Documentary cinema is a great tool to show the realities of the world, to show things that we do not see by ourselves, that we do not want to see, or that we’ve collectively agreed that we do not see, and so we allow ourselves not to think about. “Gunda” is a mesmerizing perspective on sentience within animal species, normally, and perhaps purposely, hidden from our view. Displays of pride and reverence, amusement and bliss at a pig’s inquisitive young; her panic, despair and utter defeat in the face of cruel trickery, are validations of just how similarly all species react and cope with events in our respective lives.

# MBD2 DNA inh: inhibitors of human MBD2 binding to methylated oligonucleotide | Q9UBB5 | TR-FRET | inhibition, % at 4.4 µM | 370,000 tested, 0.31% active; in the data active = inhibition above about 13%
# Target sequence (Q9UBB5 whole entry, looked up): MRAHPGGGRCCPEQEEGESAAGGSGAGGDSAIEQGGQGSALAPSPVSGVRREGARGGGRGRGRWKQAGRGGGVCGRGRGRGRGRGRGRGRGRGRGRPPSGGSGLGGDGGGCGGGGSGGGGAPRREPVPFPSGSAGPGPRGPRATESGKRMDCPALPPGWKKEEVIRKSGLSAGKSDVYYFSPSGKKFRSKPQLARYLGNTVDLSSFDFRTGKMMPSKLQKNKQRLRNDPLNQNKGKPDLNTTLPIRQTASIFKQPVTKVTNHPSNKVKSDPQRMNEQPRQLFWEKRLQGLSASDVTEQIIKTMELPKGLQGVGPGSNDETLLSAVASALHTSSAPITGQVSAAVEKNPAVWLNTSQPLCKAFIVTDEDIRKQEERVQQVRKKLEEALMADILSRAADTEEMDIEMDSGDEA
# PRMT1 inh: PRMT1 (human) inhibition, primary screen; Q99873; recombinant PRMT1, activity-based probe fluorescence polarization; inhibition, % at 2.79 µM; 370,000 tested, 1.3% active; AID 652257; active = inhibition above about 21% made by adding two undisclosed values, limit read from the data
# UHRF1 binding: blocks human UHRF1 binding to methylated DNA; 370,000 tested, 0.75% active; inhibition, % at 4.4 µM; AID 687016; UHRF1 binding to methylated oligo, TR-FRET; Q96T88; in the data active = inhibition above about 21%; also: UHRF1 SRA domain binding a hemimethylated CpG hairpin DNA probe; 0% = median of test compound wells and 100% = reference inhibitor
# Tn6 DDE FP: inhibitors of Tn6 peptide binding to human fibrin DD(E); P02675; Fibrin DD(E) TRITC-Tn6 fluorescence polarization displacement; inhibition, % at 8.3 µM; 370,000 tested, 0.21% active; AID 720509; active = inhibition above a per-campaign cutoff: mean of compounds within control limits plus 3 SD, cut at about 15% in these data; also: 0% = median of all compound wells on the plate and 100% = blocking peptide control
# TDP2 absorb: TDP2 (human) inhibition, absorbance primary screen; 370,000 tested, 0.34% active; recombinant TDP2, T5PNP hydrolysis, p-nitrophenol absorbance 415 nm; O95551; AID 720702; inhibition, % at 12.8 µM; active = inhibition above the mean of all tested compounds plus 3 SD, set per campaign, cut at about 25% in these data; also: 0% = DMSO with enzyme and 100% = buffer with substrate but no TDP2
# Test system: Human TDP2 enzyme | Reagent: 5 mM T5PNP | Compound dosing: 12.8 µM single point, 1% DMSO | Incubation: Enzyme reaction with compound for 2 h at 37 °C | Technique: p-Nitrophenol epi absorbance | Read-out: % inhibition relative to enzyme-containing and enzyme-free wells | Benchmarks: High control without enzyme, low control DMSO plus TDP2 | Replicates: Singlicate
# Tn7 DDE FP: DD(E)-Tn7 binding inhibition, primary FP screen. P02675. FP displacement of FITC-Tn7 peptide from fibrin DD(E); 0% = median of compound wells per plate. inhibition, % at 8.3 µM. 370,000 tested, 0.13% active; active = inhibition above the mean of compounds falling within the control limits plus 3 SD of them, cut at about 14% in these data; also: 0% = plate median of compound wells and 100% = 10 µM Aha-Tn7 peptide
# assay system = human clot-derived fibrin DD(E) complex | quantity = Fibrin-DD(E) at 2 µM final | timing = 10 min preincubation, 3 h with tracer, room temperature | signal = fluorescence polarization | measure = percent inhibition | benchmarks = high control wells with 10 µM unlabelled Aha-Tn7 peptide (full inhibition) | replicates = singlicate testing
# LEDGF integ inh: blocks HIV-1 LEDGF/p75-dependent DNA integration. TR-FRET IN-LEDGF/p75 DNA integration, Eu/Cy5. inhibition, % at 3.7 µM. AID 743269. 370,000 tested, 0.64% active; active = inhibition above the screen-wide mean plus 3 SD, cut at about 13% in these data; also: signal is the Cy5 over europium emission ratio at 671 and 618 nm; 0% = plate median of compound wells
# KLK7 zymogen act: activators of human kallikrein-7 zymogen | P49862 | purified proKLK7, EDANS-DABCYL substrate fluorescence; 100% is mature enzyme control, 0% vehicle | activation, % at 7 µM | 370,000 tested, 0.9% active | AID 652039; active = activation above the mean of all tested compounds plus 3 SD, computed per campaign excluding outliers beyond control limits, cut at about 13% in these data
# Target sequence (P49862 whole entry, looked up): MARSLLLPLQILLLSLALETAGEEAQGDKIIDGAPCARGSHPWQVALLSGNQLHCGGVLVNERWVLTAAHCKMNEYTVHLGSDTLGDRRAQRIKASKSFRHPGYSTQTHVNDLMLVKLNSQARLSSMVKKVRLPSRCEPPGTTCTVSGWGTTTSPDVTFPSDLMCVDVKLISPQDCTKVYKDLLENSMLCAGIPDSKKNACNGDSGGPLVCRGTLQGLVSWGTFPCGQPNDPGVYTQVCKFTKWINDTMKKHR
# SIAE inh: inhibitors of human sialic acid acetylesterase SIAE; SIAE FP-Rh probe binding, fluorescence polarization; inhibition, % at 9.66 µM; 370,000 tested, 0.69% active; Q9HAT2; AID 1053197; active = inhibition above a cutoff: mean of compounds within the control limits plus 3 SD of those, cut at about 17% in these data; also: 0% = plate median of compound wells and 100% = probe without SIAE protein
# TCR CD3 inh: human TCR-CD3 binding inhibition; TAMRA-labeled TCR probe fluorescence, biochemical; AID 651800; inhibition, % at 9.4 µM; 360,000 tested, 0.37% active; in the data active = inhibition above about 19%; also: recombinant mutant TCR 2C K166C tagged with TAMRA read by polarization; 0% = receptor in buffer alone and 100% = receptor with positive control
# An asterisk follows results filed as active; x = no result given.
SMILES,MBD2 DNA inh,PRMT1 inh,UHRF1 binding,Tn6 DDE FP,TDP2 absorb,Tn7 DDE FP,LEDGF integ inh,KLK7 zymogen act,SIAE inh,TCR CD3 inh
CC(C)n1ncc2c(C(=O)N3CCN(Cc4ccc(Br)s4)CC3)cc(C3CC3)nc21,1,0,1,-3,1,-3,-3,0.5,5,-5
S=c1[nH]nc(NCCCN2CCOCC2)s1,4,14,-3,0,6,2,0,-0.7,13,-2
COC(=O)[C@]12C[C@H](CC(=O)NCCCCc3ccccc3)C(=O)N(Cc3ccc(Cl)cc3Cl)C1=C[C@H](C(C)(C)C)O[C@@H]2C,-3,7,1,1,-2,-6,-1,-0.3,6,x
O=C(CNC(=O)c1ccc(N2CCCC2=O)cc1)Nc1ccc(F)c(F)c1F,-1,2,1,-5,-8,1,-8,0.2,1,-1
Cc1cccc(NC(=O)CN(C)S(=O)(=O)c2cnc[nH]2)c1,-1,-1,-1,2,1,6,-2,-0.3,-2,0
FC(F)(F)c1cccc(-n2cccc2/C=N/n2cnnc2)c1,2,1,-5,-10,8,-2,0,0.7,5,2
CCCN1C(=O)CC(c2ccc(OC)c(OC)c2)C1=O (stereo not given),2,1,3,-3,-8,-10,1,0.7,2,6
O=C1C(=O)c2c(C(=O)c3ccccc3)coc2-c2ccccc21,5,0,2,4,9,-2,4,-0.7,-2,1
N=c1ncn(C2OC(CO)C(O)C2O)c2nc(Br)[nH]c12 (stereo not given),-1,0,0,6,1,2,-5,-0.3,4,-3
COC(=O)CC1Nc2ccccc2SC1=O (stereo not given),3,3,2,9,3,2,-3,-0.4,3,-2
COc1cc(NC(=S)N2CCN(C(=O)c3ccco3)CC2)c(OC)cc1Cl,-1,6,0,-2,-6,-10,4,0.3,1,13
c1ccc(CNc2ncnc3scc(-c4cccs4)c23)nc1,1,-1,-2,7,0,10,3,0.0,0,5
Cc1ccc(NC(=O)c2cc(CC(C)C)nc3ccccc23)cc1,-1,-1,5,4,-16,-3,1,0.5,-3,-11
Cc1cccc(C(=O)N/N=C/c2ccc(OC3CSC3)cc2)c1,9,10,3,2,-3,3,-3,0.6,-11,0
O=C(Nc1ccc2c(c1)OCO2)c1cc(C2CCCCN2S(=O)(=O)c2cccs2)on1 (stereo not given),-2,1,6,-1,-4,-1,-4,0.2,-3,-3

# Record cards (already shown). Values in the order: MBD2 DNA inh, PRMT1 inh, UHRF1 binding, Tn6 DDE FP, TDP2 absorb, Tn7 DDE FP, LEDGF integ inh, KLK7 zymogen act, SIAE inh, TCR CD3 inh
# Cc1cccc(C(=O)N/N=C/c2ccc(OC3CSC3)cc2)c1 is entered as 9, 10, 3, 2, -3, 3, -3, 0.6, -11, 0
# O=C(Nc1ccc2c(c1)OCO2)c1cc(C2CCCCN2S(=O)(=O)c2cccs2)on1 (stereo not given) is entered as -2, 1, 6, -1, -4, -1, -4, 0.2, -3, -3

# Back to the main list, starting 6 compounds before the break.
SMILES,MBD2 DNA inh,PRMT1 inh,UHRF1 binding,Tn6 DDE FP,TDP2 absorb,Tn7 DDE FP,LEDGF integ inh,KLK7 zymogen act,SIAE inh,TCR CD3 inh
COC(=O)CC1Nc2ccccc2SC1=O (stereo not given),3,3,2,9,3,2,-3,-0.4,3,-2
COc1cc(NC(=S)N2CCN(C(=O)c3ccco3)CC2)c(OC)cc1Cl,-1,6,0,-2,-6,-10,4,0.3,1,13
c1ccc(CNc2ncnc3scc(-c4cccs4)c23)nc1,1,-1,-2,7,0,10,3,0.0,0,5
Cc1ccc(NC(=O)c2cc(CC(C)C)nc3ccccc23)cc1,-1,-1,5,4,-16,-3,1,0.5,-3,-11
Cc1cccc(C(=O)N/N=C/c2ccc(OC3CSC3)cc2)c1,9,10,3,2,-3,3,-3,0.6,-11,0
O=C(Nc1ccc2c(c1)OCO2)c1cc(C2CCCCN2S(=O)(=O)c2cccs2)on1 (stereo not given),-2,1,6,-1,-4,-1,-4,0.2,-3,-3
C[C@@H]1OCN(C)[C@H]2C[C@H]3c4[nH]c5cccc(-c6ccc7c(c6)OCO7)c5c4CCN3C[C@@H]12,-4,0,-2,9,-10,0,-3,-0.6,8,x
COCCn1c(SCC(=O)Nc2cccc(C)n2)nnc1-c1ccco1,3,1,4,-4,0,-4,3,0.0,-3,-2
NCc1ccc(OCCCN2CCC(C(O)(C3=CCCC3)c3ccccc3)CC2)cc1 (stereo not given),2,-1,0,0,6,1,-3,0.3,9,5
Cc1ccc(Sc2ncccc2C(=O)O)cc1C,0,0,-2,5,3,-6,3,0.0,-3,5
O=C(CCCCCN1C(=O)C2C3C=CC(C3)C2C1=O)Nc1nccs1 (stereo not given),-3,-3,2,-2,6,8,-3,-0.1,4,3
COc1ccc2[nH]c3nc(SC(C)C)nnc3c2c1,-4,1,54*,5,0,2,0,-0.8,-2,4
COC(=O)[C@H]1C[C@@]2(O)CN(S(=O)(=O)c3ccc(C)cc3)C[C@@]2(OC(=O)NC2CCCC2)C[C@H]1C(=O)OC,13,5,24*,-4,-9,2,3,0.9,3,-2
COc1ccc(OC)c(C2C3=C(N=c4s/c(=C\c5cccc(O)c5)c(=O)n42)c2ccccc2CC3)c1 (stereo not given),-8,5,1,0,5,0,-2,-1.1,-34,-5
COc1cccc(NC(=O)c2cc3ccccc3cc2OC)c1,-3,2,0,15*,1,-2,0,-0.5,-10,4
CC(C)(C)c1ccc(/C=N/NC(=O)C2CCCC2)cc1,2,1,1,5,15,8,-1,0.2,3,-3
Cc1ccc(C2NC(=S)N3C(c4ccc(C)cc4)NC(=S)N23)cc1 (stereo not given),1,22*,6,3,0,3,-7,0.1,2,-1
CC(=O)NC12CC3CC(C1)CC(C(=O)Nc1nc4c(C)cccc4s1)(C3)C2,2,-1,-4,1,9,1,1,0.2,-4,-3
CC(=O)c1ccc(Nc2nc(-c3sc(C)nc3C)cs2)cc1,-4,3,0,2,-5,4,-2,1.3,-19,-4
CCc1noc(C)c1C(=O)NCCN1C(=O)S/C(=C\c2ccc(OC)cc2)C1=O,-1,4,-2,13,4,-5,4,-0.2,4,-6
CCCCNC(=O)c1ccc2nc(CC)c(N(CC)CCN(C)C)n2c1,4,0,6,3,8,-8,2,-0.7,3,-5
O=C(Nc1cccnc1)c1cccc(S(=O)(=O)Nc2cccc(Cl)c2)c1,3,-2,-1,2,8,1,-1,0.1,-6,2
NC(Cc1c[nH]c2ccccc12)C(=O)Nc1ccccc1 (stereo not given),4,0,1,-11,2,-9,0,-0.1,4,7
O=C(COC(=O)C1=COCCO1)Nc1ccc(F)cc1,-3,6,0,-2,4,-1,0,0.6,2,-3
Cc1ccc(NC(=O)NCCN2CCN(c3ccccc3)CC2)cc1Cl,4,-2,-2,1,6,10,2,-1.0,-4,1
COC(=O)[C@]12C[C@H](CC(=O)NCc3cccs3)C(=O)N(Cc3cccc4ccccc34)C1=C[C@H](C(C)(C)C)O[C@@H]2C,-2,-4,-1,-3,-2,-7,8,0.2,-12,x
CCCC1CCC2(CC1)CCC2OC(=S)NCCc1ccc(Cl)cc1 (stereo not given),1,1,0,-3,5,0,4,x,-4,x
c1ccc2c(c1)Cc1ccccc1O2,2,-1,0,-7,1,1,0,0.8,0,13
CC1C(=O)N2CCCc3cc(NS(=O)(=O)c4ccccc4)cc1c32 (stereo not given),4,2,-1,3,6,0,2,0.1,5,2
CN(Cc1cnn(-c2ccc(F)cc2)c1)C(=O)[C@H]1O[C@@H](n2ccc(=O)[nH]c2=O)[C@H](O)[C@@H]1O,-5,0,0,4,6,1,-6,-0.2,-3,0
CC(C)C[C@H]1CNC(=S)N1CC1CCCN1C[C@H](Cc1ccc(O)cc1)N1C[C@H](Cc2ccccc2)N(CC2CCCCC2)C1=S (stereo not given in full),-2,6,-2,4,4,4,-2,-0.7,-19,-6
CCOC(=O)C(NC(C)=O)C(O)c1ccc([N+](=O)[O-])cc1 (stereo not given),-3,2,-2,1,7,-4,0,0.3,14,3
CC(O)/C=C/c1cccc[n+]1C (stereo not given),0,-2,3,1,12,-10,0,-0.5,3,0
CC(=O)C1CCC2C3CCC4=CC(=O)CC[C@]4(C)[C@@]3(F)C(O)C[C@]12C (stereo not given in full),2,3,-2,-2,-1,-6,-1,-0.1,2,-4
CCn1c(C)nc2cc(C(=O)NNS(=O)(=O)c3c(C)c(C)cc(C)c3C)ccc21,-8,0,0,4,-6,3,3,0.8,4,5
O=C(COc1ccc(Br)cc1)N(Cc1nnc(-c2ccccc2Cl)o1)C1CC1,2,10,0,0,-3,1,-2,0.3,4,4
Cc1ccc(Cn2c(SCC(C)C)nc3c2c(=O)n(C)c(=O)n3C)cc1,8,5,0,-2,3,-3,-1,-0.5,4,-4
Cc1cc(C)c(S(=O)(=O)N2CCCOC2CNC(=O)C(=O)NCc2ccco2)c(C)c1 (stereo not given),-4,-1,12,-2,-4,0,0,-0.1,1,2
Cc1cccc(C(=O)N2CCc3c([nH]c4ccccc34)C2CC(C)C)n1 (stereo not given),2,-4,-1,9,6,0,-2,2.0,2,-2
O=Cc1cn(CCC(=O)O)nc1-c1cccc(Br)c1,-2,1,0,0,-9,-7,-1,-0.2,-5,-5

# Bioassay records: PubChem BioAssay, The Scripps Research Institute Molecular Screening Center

The film crafts a visceral meditation on existence that transcends the normal barriers that separate species. It’s a deeply attempt to renew our vision of life and meditate on the mystery of all animal consciousness, including our own. “Gunda” is a film without patronizing or humanizing them, without any sentimentality, and without vegan propaganda. We cannot stop people from doing what they do, but perhaps we can at least make them look more closely at what it’s they’re denying or destroying. Films cannot change this world, but still we feel we’ve to do something.